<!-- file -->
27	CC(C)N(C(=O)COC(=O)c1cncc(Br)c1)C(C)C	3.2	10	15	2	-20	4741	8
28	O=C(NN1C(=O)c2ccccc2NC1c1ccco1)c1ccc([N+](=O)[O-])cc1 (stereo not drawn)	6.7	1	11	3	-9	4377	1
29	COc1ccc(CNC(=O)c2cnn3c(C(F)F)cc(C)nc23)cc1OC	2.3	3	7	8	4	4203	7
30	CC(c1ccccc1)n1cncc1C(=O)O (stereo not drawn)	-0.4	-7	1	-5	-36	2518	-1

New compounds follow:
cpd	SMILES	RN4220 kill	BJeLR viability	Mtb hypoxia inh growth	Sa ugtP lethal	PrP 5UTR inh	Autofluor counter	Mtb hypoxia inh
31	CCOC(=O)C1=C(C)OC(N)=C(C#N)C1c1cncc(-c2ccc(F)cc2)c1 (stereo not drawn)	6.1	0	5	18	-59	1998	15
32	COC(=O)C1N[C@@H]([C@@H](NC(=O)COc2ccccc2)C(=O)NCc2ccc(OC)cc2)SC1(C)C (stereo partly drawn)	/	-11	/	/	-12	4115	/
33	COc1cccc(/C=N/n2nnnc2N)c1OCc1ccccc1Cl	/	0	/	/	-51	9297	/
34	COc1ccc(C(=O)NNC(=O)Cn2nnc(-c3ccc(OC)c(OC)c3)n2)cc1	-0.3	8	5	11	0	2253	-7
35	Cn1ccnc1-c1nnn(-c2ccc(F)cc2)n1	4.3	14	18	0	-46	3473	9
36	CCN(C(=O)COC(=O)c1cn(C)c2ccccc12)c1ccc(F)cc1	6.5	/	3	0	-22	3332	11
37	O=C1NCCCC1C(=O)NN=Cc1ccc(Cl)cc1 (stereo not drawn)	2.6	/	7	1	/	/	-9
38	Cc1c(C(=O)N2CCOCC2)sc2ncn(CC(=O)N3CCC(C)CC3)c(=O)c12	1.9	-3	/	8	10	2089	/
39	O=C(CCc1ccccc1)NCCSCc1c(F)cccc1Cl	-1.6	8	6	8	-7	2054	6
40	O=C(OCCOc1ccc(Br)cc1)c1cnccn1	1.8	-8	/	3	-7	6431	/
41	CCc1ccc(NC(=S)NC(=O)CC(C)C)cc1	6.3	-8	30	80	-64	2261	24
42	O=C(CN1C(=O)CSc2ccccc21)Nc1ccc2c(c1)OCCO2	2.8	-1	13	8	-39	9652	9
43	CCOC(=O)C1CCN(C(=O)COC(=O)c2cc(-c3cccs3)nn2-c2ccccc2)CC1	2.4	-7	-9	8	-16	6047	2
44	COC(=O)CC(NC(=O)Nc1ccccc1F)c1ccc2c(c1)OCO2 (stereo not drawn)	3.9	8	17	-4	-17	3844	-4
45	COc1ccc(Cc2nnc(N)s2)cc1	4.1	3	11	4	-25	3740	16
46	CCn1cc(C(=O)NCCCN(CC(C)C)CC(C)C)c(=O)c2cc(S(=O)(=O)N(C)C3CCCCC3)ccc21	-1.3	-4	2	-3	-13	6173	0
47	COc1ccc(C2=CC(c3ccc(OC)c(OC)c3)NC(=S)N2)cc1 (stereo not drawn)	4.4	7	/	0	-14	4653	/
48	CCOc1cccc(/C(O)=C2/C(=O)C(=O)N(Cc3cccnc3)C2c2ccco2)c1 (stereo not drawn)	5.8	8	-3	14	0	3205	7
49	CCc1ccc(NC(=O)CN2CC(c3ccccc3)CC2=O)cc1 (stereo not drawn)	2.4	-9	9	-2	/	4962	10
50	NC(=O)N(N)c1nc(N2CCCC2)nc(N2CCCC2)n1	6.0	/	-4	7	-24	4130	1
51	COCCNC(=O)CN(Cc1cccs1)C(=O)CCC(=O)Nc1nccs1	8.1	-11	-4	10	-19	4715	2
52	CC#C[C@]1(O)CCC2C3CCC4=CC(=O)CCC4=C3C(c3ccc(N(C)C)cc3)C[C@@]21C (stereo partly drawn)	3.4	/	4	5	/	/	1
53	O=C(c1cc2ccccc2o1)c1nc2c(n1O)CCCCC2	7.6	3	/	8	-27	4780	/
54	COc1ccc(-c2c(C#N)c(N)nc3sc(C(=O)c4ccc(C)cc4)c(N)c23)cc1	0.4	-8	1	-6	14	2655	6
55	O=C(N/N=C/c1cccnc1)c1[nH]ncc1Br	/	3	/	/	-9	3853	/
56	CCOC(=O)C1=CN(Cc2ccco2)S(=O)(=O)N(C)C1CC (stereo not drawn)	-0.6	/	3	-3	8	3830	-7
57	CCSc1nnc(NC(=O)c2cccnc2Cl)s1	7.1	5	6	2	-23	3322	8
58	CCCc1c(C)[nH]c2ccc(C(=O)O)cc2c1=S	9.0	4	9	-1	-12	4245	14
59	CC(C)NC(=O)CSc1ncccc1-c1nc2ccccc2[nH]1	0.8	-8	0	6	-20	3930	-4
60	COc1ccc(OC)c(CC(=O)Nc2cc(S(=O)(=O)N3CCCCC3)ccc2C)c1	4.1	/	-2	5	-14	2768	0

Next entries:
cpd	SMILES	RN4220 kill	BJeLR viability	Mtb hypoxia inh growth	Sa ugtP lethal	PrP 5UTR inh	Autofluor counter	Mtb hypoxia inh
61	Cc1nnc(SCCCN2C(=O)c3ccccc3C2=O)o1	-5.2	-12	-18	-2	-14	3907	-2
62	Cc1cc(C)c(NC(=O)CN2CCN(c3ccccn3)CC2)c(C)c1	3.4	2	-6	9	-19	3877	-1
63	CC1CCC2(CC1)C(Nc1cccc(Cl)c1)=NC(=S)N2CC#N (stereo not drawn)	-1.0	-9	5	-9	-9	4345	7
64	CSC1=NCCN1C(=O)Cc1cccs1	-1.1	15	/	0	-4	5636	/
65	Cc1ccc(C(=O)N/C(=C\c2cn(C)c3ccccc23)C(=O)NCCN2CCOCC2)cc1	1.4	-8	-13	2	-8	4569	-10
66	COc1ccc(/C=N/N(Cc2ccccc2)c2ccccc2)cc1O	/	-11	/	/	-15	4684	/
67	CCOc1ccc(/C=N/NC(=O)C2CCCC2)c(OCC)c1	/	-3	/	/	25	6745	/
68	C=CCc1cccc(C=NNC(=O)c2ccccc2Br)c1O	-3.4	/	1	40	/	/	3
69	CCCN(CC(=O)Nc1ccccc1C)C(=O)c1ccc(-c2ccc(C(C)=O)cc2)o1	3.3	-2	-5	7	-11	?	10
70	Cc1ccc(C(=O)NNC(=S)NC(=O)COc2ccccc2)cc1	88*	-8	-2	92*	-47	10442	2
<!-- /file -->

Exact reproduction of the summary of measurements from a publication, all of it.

27	CC(C)N(C(=O)COC(=O)c1cncc(Br)c1)C(C)C	3.2	10	15	2	-20	4741	8
28	O=C(NN1C(=O)c2ccccc2NC1c1ccco1)c1ccc([N+](=O)[O-])cc1 (stereo not drawn)	6.7	1	11	3	-9	4377	1
29	COc1ccc(CNC(=O)c2cnn3c(C(F)F)cc(C)nc23)cc1OC	2.3	3	7	8	4	4203	7
30	CC(c1ccccc1)n1cncc1C(=O)O (stereo not drawn)	-0.4	-7	1	-5	-36	2518	-1

New compounds follow:
cpd	SMILES	RN4220 kill	BJeLR viability	Mtb hypoxia inh growth	Sa ugtP lethal	PrP 5UTR inh	Autofluor counter	Mtb hypoxia inh
31	CCOC(=O)C1=C(C)OC(N)=C(C#N)C1c1cncc(-c2ccc(F)cc2)c1 (stereo not drawn)	6.1	0	5	18	-59	1998	15
32	COC(=O)C1N[C@@H]([C@@H](NC(=O)COc2ccccc2)C(=O)NCc2ccc(OC)cc2)SC1(C)C (stereo partly drawn)	/	-11	/	/	-12	4115	/
33	COc1cccc(/C=N/n2nnnc2N)c1OCc1ccccc1Cl	/	0	/	/	-51	9297	/
34	COc1ccc(C(=O)NNC(=O)Cn2nnc(-c3ccc(OC)c(OC)c3)n2)cc1	-0.3	8	5	11	0	2253	-7
35	Cn1ccnc1-c1nnn(-c2ccc(F)cc2)n1	4.3	14	18	0	-46	3473	9
36	CCN(C(=O)COC(=O)c1cn(C)c2ccccc12)c1ccc(F)cc1	6.5	/	3	0	-22	3332	11
37	O=C1NCCCC1C(=O)NN=Cc1ccc(Cl)cc1 (stereo not drawn)	2.6	/	7	1	/	/	-9
38	Cc1c(C(=O)N2CCOCC2)sc2ncn(CC(=O)N3CCC(C)CC3)c(=O)c12	1.9	-3	/	8	10	2089	/
39	O=C(CCc1ccccc1)NCCSCc1c(F)cccc1Cl	-1.6	8	6	8	-7	2054	6
40	O=C(OCCOc1ccc(Br)cc1)c1cnccn1	1.8	-8	/	3	-7	6431	/
41	CCc1ccc(NC(=S)NC(=O)CC(C)C)cc1	6.3	-8	30	80	-64	2261	24
42	O=C(CN1C(=O)CSc2ccccc21)Nc1ccc2c(c1)OCCO2	2.8	-1	13	8	-39	9652	9
43	CCOC(=O)C1CCN(C(=O)COC(=O)c2cc(-c3cccs3)nn2-c2ccccc2)CC1	2.4	-7	-9	8	-16	6047	2
44	COC(=O)CC(NC(=O)Nc1ccccc1F)c1ccc2c(c1)OCO2 (stereo not drawn)	3.9	8	17	-4	-17	3844	-4
45	COc1ccc(Cc2nnc(N)s2)cc1	4.1	3	11	4	-25	3740	16
46	CCn1cc(C(=O)NCCCN(CC(C)C)CC(C)C)c(=O)c2cc(S(=O)(=O)N(C)C3CCCCC3)ccc21	-1.3	-4	2	-3	-13	6173	0
47	COc1ccc(C2=CC(c3ccc(OC)c(OC)c3)NC(=S)N2)cc1 (stereo not drawn)	4.4	7	/	0	-14	4653	/
48	CCOc1cccc(/C(O)=C2/C(=O)C(=O)N(Cc3cccnc3)C2c2ccco2)c1 (stereo not drawn)	5.8	8	-3	14	0	3205	7
49	CCc1ccc(NC(=O)CN2CC(c3ccccc3)CC2=O)cc1 (stereo not drawn)	2.4	-9	9	-2	/	4962	10
50	NC(=O)N(N)c1nc(N2CCCC2)nc(N2CCCC2)n1	6.0	/	-4	7	-24	4130	1
51	COCCNC(=O)CN(Cc1cccs1)C(=O)CCC(=O)Nc1nccs1	8.1	-11	-4	10	-19	4715	2
52	CC#C[C@]1(O)CCC2C3CCC4=CC(=O)CCC4=C3C(c3ccc(N(C)C)cc3)C[C@@]21C (stereo partly drawn)	3.4	/	4	5	/	/	1
53	O=C(c1cc2ccccc2o1)c1nc2c(n1O)CCCCC2	7.6	3	/	8	-27	4780	/
54	COc1ccc(-c2c(C#N)c(N)nc3sc(C(=O)c4ccc(C)cc4)c(N)c23)cc1	0.4	-8	1	-6	14	2655	6
55	O=C(N/N=C/c1cccnc1)c1[nH]ncc1Br	/	3	/	/	-9	3853	/
56	CCOC(=O)C1=CN(Cc2ccco2)S(=O)(=O)N(C)C1CC (stereo not drawn)	-0.6	/	3	-3	8	3830	-7
57	CCSc1nnc(NC(=O)c2cccnc2Cl)s1	7.1	5	6	2	-23	3322	8
58	CCCc1c(C)[nH]c2ccc(C(=O)O)cc2c1=S	9.0	4	9	-1	-12	4245	14
59	CC(C)NC(=O)CSc1ncccc1-c1nc2ccccc2[nH]1	0.8	-8	0	6	-20	3930	-4
60	COc1ccc(OC)c(CC(=O)Nc2cc(S(=O)(=O)N3CCCCC3)ccc2C)c1	4.1	/	-2	5	-14	2768	0

Next entries:
cpd	SMILES	RN4220 kill	BJeLR viability	Mtb hypoxia inh growth	Sa ugtP lethal	PrP 5UTR inh	Autofluor counter	Mtb hypoxia inh
61	Cc1nnc(SCCCN2C(=O)c3ccccc3C2=O)o1	-5.2	-12	-18	-2	-14	3907	-2
62	Cc1cc(C)c(NC(=O)CN2CCN(c3ccccn3)CC2)c(C)c1	3.4	2	-6	9	-19	3877	-1
63	CC1CCC2(CC1)C(Nc1cccc(Cl)c1)=NC(=S)N2CC#N (stereo not drawn)	-1.0	-9	5	-9	-9	4345	7
64	CSC1=NCCN1C(=O)Cc1cccs1	-1.1	15	/	0	-4	5636	/
65	Cc1ccc(C(=O)N/C(=C\c2cn(C)c3ccccc23)C(=O)NCCN2CCOCC2)cc1	1.4	-8	-13	2	-8	4569	-10
66	COc1ccc(/C=N/N(Cc2ccccc2)c2ccccc2)cc1O	/	-11	/	/	-15	4684	/
67	CCOc1ccc(/C=N/NC(=O)C2CCCC2)c(OCC)c1	/	-3	/	/	25	6745	/
68	C=CCc1cccc(C=NNC(=O)c2ccccc2Br)c1O	-3.4	/	1	40	/	/	3
69	CCCN(CC(=O)Nc1ccccc1C)C(=O)c1ccc(-c2ccc(C(C)=O)cc2)o1	3.3	-2	-5	7	-11	?	10
70	Cc1ccc(C(=O)NNC(=S)NC(=O)COc2ccccc2)cc1	88*	-8	-2	92*	-47	10442	2